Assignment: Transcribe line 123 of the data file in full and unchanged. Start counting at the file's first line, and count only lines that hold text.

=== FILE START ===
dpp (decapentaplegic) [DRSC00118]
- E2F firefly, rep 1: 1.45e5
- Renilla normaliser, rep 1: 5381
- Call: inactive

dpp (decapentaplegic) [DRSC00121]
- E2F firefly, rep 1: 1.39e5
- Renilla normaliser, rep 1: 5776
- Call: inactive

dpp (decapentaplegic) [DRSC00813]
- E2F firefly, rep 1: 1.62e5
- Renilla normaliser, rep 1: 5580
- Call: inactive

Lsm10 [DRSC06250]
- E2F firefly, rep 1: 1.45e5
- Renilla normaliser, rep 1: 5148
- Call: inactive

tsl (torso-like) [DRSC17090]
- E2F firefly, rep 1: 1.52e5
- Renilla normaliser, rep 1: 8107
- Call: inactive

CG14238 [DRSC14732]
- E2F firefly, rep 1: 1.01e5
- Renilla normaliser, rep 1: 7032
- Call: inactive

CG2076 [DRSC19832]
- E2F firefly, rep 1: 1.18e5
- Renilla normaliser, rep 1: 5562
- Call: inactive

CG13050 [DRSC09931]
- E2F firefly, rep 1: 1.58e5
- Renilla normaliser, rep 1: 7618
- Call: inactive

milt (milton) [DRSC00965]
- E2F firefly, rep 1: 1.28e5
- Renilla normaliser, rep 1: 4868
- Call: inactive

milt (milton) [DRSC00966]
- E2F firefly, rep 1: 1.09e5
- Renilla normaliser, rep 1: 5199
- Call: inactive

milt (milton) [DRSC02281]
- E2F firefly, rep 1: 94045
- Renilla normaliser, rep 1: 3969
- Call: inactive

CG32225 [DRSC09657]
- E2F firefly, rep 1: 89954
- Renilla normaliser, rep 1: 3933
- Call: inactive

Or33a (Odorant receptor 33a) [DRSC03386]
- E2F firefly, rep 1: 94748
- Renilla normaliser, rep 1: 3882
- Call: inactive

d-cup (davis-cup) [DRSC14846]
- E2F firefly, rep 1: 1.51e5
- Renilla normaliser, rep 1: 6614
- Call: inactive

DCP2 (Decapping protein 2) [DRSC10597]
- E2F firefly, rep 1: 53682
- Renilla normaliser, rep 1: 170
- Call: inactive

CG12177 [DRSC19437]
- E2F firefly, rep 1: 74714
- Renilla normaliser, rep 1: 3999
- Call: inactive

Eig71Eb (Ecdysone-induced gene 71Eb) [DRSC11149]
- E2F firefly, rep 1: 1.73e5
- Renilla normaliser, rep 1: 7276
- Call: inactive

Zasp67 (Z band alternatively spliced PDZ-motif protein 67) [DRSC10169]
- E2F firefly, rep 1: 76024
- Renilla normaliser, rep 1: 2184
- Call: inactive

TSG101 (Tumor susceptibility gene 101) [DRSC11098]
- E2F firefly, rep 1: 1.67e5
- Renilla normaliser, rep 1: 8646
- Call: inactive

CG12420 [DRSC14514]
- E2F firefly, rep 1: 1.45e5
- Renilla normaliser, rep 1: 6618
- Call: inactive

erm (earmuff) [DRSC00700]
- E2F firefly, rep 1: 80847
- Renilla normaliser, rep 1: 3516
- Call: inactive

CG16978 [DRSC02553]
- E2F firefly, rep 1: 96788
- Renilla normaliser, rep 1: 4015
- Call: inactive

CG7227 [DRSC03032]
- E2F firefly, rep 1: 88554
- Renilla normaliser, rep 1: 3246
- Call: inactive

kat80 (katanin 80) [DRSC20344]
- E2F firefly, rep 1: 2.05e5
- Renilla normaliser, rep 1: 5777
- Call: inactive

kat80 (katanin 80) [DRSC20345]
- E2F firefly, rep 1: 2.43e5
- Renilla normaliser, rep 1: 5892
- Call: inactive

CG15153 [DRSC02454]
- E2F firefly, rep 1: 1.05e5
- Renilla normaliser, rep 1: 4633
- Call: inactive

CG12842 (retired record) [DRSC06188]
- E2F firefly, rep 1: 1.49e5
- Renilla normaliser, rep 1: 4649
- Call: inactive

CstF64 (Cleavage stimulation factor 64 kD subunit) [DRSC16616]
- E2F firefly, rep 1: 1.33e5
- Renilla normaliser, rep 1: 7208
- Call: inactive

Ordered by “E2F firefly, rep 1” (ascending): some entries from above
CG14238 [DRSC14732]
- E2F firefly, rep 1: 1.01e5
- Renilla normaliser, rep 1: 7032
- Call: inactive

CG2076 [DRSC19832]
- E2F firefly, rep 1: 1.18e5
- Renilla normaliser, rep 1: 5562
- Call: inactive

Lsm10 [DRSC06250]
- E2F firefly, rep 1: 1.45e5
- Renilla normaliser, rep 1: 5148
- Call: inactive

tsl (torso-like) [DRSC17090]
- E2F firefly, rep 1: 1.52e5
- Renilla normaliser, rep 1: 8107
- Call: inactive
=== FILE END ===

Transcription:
- E2F firefly, rep 1: 1.45e5